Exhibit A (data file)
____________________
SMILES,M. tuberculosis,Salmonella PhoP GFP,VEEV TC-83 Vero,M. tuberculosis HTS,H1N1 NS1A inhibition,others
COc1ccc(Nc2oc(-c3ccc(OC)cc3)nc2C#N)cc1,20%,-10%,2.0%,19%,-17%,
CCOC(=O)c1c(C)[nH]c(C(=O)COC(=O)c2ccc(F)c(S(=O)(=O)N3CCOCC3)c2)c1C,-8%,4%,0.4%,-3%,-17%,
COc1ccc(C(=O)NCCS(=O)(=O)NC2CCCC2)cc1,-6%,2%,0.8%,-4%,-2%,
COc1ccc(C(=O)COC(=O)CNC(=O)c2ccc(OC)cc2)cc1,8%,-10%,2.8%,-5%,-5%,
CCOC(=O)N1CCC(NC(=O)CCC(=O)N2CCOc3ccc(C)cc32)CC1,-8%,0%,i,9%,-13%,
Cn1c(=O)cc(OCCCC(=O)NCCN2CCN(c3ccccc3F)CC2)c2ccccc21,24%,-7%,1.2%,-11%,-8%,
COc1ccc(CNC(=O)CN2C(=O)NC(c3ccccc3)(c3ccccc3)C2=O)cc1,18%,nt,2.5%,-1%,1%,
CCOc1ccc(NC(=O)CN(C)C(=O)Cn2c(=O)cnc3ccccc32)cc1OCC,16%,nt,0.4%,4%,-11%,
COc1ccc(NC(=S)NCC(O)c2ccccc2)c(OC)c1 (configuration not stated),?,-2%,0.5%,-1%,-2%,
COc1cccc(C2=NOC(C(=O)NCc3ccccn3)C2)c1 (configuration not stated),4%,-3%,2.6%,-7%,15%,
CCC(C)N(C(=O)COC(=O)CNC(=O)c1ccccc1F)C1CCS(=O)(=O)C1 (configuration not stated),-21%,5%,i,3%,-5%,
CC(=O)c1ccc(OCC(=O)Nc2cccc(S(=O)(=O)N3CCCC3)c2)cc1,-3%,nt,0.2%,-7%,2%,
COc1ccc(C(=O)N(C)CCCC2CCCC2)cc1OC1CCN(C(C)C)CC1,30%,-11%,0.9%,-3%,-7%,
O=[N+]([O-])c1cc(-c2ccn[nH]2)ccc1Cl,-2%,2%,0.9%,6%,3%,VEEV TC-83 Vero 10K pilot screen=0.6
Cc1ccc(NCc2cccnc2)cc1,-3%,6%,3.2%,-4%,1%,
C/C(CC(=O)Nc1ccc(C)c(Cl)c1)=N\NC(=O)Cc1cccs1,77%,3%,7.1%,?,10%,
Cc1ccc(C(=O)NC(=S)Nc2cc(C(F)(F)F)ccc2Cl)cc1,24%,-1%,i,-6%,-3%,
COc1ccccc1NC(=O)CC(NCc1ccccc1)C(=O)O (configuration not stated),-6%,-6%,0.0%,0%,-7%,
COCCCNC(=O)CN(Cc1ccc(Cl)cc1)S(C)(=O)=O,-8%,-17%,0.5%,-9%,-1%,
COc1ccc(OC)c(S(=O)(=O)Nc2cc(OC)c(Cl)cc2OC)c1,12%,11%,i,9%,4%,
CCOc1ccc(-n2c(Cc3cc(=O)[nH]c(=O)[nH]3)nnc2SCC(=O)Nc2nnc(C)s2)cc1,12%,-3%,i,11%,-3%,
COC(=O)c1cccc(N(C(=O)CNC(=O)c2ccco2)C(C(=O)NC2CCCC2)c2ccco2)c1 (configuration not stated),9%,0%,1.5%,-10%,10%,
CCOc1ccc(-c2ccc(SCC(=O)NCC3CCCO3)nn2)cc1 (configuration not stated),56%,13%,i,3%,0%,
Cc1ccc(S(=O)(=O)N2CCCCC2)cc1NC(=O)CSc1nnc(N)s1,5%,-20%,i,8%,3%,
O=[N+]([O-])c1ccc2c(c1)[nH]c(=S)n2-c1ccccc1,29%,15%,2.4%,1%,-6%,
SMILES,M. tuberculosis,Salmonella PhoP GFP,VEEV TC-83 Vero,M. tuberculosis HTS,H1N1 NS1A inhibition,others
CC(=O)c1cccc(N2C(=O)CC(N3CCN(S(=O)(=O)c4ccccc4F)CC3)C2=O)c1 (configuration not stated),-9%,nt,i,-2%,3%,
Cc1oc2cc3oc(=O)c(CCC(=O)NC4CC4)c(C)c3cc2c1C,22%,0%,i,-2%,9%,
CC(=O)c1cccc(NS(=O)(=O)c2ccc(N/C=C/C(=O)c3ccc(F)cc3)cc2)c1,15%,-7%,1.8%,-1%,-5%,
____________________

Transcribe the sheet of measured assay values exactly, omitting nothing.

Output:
SMILES,M. tuberculosis,Salmonella PhoP GFP,VEEV TC-83 Vero,M. tuberculosis HTS,H1N1 NS1A inhibition,others
COc1ccc(Nc2oc(-c3ccc(OC)cc3)nc2C#N)cc1,20%,-10%,2.0%,19%,-17%,
CCOC(=O)c1c(C)[nH]c(C(=O)COC(=O)c2ccc(F)c(S(=O)(=O)N3CCOCC3)c2)c1C,-8%,4%,0.4%,-3%,-17%,
COc1ccc(C(=O)NCCS(=O)(=O)NC2CCCC2)cc1,-6%,2%,0.8%,-4%,-2%,
COc1ccc(C(=O)COC(=O)CNC(=O)c2ccc(OC)cc2)cc1,8%,-10%,2.8%,-5%,-5%,
CCOC(=O)N1CCC(NC(=O)CCC(=O)N2CCOc3ccc(C)cc32)CC1,-8%,0%,i,9%,-13%,
Cn1c(=O)cc(OCCCC(=O)NCCN2CCN(c3ccccc3F)CC2)c2ccccc21,24%,-7%,1.2%,-11%,-8%,
COc1ccc(CNC(=O)CN2C(=O)NC(c3ccccc3)(c3ccccc3)C2=O)cc1,18%,nt,2.5%,-1%,1%,
CCOc1ccc(NC(=O)CN(C)C(=O)Cn2c(=O)cnc3ccccc32)cc1OCC,16%,nt,0.4%,4%,-11%,
COc1ccc(NC(=S)NCC(O)c2ccccc2)c(OC)c1 (configuration not stated),?,-2%,0.5%,-1%,-2%,
COc1cccc(C2=NOC(C(=O)NCc3ccccn3)C2)c1 (configuration not stated),4%,-3%,2.6%,-7%,15%,
CCC(C)N(C(=O)COC(=O)CNC(=O)c1ccccc1F)C1CCS(=O)(=O)C1 (configuration not stated),-21%,5%,i,3%,-5%,
CC(=O)c1ccc(OCC(=O)Nc2cccc(S(=O)(=O)N3CCCC3)c2)cc1,-3%,nt,0.2%,-7%,2%,
COc1ccc(C(=O)N(C)CCCC2CCCC2)cc1OC1CCN(C(C)C)CC1,30%,-11%,0.9%,-3%,-7%,
O=[N+]([O-])c1cc(-c2ccn[nH]2)ccc1Cl,-2%,2%,0.9%,6%,3%,VEEV TC-83 Vero 10K pilot screen=0.6
Cc1ccc(NCc2cccnc2)cc1,-3%,6%,3.2%,-4%,1%,
C/C(CC(=O)Nc1ccc(C)c(Cl)c1)=N\NC(=O)Cc1cccs1,77%,3%,7.1%,?,10%,
Cc1ccc(C(=O)NC(=S)Nc2cc(C(F)(F)F)ccc2Cl)cc1,24%,-1%,i,-6%,-3%,
COc1ccccc1NC(=O)CC(NCc1ccccc1)C(=O)O (configuration not stated),-6%,-6%,0.0%,0%,-7%,
COCCCNC(=O)CN(Cc1ccc(Cl)cc1)S(C)(=O)=O,-8%,-17%,0.5%,-9%,-1%,
COc1ccc(OC)c(S(=O)(=O)Nc2cc(OC)c(Cl)cc2OC)c1,12%,11%,i,9%,4%,
CCOc1ccc(-n2c(Cc3cc(=O)[nH]c(=O)[nH]3)nnc2SCC(=O)Nc2nnc(C)s2)cc1,12%,-3%,i,11%,-3%,
COC(=O)c1cccc(N(C(=O)CNC(=O)c2ccco2)C(C(=O)NC2CCCC2)c2ccco2)c1 (configuration not stated),9%,0%,1.5%,-10%,10%,
CCOc1ccc(-c2ccc(SCC(=O)NCC3CCCO3)nn2)cc1 (configuration not stated),56%,13%,i,3%,0%,
Cc1ccc(S(=O)(=O)N2CCCCC2)cc1NC(=O)CSc1nnc(N)s1,5%,-20%,i,8%,3%,
O=[N+]([O-])c1ccc2c(c1)[nH]c(=S)n2-c1ccccc1,29%,15%,2.4%,1%,-6%,
SMILES,M. tuberculosis,Salmonella PhoP GFP,VEEV TC-83 Vero,M. tuberculosis HTS,H1N1 NS1A inhibition,others
CC(=O)c1cccc(N2C(=O)CC(N3CCN(S(=O)(=O)c4ccccc4F)CC3)C2=O)c1 (configuration not stated),-9%,nt,i,-2%,3%,
Cc1oc2cc3oc(=O)c(CCC(=O)NC4CC4)c(C)c3cc2c1C,22%,0%,i,-2%,9%,
CC(=O)c1cccc(NS(=O)(=O)c2ccc(N/C=C/C(=O)c3ccc(F)cc3)cc2)c1,15%,-7%,1.8%,-1%,-5%,